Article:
September 30, 2011
More Than Taste
Photo courtesy of Darius Siwek Both SCI-Arc and Caltech came into this year’s Solar Decathlon competition knowing that the public acceptance of CHIP would be challenging. When you are designing something intended to be a home for an individual there is no way to please everyone. Everyone has his or her own personal tastes, lifestyles, […]
Photo courtesy of Darius Siwek
Both SCI-Arc and Caltech came into this year’s Solar Decathlon competition knowing that the public acceptance of CHIP would be challenging. When you are designing something intended to be a home for an individual there is no way to please everyone. Everyone has his or her own personal tastes, lifestyles, and prejudices making the judgment of a home completely subjective.
Architecture, however, is not subjective and the more you become involved with the discipline the more apparent this becomes. The challenge with the Solar Decathlon is that we’ve been dealing with two distinct audiences with two distinct objectives. The public judges us on taste while the architectural audience judges us on the rigor of our design approach. Practicing architects always deal with these two audiences and to please both is a rare feat. Would we be able to do this?
I expected a lot of the initial questions the visitors asked. The first thing everyone wants to know about is the puffy appearance and vinyl skin. “Is it durable?” “Does it leak?” “How does it breathe?” All of these are legitimate questions whose initial skepticism is overturned once we explain how well the system had been thought out and tested.
Of course there are some people who would not be convinced by our arguments, but then ours is a challenging proposition. The puffiness made the home so unfamiliar that the unusual shape is hard to judge against anything conventional and is, surprisingly, not brought up by the public much. Most of the guests visiting CHIP are quiet as I explain the hyper-rational design process, nodding with a slightly worried expression as I speak. But upon entering the house everyone’s expression would lighten up. A lot of people tell me how relieved they are about the openness of the space and the warmness of it, not what they had initially expected from a house that is so (surprise) insulated from the outside world.
I think the change of visitor’s reactions upon entering the interior speaks of our success in reaching both the public and architectural audiences. Once you see the interior organization, the exterior shape suddenly makes sense. The openness and efficiency of that space suddenly justifies the functional need for exterior insulation. And who doesn’t love wood, especially plywood? It’s everywhere and finished with the perfect combination of care and casualness that is uniquely Californian.
The smiles that appear on our visitors’ faces upon entering the house say they get it. And we have accomplished this public appeal by using purely architectural moves. The massing of CHIP is a diagram of the stepped interior organization. By eliminating the unnecessary drywall, we exposed the wood structure that makes the interior feel warm. Maybe pure efficiency and functionality can be both visible and inspire delight.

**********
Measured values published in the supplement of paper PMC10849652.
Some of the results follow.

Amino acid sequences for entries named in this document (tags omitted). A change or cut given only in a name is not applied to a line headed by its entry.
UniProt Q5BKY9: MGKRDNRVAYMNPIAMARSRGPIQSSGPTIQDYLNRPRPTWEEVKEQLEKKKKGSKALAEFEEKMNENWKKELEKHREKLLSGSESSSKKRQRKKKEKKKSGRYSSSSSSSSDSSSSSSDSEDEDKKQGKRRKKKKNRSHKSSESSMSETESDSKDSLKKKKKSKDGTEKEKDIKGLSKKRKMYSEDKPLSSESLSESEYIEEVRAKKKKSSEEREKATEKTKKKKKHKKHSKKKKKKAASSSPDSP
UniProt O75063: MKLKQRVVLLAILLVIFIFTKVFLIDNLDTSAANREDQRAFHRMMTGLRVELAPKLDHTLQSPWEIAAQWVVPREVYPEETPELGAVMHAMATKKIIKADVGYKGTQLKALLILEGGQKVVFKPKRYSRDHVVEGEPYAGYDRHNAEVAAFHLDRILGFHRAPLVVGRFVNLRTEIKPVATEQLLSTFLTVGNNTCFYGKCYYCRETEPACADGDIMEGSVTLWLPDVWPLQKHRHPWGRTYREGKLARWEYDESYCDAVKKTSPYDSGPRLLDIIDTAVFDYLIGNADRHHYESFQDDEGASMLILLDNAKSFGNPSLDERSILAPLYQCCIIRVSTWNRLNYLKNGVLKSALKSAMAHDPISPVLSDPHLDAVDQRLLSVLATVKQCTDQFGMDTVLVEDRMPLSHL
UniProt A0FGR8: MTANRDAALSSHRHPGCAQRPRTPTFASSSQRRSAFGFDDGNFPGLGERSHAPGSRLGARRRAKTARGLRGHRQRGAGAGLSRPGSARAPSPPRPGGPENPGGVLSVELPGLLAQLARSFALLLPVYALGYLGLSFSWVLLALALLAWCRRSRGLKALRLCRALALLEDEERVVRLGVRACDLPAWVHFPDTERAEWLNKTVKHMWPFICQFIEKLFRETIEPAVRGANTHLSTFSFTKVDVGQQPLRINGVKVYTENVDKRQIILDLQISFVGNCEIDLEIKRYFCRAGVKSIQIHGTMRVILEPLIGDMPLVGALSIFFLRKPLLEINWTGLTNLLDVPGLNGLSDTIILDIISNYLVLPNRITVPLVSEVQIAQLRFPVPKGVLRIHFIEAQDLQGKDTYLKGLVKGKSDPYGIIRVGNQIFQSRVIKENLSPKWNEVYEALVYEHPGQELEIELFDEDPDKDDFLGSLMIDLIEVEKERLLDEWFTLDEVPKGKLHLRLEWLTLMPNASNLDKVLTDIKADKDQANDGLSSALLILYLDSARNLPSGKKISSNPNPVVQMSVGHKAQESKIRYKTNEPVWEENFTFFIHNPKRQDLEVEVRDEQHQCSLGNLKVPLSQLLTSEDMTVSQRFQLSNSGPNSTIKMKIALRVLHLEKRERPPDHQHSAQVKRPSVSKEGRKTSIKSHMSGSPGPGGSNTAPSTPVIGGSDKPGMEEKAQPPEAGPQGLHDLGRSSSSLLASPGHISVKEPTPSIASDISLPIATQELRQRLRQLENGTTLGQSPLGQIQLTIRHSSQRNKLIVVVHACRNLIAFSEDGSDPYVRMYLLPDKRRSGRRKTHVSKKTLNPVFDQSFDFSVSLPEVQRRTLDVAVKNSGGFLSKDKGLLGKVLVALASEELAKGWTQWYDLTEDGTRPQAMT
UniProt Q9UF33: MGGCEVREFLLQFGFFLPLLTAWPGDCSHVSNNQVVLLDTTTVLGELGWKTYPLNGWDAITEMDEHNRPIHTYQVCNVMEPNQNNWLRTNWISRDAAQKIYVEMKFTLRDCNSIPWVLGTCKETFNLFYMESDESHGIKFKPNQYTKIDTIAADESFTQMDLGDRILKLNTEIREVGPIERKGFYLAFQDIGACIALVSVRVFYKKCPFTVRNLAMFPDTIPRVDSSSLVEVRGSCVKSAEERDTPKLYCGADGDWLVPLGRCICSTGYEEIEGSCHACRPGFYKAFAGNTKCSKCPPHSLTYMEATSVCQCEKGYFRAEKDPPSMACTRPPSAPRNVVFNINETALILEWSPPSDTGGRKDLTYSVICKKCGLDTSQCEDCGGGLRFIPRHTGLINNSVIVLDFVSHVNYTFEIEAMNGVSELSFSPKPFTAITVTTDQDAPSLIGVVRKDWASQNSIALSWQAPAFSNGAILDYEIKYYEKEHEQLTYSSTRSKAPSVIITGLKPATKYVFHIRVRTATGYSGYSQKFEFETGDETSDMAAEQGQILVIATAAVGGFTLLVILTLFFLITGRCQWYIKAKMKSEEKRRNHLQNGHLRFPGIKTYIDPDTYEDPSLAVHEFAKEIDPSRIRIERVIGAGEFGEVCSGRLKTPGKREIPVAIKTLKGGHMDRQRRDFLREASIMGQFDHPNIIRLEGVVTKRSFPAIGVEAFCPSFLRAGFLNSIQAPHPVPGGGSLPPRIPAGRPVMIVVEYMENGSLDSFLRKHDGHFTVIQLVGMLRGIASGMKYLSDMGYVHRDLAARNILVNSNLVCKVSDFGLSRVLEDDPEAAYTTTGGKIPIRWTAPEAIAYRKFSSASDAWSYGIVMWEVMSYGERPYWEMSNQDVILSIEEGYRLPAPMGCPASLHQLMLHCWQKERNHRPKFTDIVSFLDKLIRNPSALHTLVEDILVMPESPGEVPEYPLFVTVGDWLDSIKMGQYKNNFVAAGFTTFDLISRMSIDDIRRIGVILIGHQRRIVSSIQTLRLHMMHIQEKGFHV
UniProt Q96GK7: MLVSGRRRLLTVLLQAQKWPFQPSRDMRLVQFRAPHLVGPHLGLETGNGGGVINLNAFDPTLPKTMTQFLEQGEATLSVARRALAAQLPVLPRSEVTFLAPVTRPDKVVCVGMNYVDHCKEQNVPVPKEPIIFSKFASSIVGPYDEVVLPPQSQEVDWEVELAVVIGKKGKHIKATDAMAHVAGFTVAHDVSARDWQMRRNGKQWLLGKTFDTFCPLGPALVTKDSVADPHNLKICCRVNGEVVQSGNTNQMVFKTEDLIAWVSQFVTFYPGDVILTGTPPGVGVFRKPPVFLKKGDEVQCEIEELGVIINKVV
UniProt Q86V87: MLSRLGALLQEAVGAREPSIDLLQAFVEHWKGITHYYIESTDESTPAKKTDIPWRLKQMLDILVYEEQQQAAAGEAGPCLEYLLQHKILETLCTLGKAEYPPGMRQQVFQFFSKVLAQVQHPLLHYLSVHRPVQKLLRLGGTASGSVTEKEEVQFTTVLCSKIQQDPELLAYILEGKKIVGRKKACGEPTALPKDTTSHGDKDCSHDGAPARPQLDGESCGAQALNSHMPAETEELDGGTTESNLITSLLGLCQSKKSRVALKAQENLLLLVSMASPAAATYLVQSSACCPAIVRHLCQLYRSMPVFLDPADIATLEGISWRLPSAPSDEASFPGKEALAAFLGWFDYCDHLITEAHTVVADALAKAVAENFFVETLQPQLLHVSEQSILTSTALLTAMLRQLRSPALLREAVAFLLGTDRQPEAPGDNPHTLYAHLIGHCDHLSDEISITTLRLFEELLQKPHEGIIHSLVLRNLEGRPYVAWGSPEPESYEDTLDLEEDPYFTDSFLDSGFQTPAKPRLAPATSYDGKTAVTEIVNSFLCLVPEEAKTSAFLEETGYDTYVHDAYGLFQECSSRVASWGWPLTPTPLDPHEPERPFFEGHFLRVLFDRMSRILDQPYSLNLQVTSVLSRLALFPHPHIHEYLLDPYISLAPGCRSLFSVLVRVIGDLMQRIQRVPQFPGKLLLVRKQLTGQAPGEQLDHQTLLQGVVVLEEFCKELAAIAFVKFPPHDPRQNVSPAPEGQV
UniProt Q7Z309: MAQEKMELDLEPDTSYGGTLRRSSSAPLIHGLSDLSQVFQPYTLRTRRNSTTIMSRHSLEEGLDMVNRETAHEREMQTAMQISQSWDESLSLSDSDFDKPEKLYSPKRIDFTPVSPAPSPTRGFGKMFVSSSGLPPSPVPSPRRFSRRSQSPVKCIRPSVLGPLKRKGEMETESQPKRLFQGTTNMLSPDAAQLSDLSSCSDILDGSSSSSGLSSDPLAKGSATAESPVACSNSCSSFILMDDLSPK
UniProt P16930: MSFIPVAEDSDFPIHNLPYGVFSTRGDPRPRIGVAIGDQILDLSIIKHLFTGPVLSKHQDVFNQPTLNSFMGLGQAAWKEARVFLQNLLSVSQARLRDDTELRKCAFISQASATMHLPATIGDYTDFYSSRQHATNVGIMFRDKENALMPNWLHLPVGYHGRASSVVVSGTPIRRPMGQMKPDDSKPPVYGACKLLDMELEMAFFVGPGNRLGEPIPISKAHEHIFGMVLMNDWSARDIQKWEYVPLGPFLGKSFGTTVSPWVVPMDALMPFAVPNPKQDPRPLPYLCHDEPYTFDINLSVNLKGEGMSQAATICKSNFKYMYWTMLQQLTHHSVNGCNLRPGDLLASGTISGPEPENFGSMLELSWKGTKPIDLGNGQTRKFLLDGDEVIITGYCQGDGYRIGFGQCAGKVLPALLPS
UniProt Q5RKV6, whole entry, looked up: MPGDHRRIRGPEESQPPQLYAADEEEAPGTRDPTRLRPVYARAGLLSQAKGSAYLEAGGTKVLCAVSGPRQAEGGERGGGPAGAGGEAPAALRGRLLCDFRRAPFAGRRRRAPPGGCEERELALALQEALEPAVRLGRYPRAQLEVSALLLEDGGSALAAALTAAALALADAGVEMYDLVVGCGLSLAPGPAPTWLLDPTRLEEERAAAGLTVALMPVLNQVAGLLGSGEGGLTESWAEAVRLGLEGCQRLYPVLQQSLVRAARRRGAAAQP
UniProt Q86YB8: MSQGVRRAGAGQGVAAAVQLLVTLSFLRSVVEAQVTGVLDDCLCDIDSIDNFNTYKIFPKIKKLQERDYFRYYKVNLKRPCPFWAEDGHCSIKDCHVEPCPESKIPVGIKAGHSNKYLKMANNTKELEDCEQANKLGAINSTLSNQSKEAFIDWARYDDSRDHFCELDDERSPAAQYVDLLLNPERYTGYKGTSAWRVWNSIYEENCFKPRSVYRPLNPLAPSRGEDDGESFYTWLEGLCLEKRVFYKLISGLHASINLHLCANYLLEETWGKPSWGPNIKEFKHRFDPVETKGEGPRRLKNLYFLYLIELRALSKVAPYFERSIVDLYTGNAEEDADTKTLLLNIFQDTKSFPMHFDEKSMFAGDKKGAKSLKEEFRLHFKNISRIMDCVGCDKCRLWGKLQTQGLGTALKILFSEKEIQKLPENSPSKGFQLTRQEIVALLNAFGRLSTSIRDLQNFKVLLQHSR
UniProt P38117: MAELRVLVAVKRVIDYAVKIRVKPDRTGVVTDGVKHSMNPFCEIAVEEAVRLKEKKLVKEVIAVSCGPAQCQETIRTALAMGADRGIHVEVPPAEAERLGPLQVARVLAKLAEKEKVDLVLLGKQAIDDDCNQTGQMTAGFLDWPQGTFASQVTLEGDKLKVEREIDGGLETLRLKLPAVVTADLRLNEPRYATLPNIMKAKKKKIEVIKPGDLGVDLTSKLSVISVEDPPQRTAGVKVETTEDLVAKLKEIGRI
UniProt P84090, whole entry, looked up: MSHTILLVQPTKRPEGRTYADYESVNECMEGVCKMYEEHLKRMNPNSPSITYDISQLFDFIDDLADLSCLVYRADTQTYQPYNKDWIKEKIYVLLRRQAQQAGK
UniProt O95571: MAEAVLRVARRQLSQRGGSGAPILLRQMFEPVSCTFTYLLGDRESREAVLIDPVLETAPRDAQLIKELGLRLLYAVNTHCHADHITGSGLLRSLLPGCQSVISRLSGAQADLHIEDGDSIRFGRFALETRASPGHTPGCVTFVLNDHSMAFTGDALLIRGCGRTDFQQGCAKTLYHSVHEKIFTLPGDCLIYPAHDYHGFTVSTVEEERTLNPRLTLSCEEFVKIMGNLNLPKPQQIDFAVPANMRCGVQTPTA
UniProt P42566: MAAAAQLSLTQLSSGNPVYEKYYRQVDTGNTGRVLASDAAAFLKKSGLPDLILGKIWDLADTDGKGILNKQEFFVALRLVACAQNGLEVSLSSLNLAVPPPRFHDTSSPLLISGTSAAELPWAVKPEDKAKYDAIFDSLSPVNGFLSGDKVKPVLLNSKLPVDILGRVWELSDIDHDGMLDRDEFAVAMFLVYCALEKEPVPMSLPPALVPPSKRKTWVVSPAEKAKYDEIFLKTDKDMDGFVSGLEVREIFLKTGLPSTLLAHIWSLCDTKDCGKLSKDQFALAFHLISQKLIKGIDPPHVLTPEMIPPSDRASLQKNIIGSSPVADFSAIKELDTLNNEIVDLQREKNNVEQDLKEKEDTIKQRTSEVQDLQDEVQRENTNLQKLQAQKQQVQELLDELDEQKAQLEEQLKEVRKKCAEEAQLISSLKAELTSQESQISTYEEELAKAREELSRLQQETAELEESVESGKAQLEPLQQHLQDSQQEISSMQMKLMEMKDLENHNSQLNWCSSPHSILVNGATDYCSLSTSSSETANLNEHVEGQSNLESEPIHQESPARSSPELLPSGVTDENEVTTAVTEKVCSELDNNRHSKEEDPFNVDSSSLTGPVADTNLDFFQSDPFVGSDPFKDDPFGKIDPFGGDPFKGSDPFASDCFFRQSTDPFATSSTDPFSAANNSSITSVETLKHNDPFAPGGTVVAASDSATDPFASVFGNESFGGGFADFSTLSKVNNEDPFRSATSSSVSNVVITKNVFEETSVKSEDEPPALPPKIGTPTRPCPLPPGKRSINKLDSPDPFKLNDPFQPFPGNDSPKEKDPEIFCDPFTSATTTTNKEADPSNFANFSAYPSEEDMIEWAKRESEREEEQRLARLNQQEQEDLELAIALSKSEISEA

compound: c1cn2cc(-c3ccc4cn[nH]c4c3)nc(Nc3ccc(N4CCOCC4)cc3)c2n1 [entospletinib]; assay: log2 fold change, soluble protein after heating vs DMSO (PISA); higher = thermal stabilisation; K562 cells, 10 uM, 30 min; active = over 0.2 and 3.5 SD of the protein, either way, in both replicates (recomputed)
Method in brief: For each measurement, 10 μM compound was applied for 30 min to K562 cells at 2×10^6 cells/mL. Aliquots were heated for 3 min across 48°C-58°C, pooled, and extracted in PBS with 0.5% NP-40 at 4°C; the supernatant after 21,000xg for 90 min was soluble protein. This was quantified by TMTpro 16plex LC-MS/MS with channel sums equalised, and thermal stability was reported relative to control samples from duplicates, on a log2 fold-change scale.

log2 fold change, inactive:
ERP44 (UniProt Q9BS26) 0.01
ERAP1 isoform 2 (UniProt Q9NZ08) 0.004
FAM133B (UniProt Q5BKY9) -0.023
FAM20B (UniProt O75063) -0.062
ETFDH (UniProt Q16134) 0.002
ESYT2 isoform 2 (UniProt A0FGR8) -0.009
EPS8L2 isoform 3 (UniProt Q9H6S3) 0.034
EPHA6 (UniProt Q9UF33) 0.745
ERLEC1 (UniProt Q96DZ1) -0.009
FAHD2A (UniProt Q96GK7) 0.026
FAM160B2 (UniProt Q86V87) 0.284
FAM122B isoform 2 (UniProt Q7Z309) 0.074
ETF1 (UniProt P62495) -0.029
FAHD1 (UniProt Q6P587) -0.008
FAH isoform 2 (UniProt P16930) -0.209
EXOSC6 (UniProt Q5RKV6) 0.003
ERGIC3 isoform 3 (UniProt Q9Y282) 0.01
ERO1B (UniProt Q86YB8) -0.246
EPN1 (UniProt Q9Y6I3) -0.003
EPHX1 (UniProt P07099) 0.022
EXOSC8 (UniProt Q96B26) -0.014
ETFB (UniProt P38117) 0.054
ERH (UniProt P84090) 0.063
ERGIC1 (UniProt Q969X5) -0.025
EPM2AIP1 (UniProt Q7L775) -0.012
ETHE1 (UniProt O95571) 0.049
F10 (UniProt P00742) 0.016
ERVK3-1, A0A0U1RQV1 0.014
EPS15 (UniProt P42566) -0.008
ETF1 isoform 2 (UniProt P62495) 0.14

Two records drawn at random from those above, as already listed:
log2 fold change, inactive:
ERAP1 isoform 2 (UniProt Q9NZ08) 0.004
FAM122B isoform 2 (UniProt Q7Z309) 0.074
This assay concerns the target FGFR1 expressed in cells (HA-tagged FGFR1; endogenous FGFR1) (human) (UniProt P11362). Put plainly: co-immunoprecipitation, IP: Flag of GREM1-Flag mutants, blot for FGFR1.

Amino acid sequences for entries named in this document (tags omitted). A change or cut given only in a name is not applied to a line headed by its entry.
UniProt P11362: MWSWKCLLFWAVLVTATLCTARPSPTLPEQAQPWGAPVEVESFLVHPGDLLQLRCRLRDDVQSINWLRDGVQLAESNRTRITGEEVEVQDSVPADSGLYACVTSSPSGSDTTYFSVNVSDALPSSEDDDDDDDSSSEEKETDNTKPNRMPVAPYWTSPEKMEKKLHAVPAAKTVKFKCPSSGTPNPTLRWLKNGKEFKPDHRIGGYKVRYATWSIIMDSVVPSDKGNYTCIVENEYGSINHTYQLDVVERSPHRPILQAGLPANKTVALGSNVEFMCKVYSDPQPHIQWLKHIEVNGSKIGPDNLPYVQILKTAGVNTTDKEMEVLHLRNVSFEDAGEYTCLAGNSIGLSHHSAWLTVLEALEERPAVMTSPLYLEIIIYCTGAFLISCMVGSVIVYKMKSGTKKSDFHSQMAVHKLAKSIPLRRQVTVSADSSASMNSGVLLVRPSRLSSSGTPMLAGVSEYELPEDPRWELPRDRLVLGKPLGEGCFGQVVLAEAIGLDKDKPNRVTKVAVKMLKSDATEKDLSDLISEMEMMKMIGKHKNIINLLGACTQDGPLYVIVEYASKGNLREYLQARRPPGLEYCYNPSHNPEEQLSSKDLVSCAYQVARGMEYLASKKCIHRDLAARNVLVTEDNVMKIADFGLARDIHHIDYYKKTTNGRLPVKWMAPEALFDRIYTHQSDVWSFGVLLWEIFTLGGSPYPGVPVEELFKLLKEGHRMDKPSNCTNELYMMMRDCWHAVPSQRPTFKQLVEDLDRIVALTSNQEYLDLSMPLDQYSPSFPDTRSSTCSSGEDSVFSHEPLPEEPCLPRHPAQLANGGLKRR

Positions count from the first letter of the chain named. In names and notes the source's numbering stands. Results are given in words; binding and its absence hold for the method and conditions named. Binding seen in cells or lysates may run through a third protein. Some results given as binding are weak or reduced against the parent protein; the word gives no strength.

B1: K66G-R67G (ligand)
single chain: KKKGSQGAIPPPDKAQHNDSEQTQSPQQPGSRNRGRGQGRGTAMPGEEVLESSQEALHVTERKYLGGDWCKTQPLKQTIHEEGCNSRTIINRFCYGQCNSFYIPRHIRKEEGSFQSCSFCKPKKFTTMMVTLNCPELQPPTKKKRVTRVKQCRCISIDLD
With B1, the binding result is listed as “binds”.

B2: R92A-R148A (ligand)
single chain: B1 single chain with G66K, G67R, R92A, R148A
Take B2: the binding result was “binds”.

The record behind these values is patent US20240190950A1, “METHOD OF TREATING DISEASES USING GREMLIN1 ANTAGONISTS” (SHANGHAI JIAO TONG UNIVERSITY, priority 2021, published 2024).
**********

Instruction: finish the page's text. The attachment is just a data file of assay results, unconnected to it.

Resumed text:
Also encouraging are the children’s reactions. Upon entering, they often gasp. Those not yet jaded by social norms see in CHIP possibilities instead of limitations and wonder, rather than skepticism. Unprejudiced by building conventions, kids are able to appreciate the playfulness of the architecture. However, as much as I would like to think this was caused by the power of our design, I know that everyone really just liked the Xbox Kinect.
And this leads me to consider something odd. Architecture may be hurting its own advancement, at least as far as the public is concerned. It’s much easier for people to accept something new and strange when it doesn’t compare itself to what already exists. If CHIP weren’t advertised as architecture, I bet it would be easier for the public to grasp. Architecture carries a lot of baggage with it. When you say the word “architecture” to someone not immersed in the discipline, images of pyramids, columns, and cathedrals come to mind. Puffy and squishy masses do not. People expect architecture to be hard, solid, and serious (which is kind of ironic considering that so many people’s critique of modernism is architecture’s coldness). They do not expect it to be soft and playful, which CHIP is.
One couple I talked to couldn’t believe the building was structurally sound because of the outsulation. But for the public the Kinect and iPad app turned CHIP into the kind of design product like some new, smart device from Apple. This leads people to judge CHIP on the basis of its user-friendliness rather than how much it resembles the familiarity of a house.
Ironically, then, by making our visitors temporarily forget they are in a piece of architecture, it made the architecture of CHIP more visible. The programmatic organization and expression was appreciated for its own autonomy and material palate of both the interior and exterior. The house is seen for its functional honesty. This was the real success of our team. We transcended the expectations of all our audiences with architecture whose function is not only visible but also engaging to those who will inhabit it.
Paul Cambon, SCI-Arc, Bachelors Architecture, 2012
Other posts of CHIP, the SCI-Arc/Caltech house at the 2011 Solar Decathlon now in Washington DC: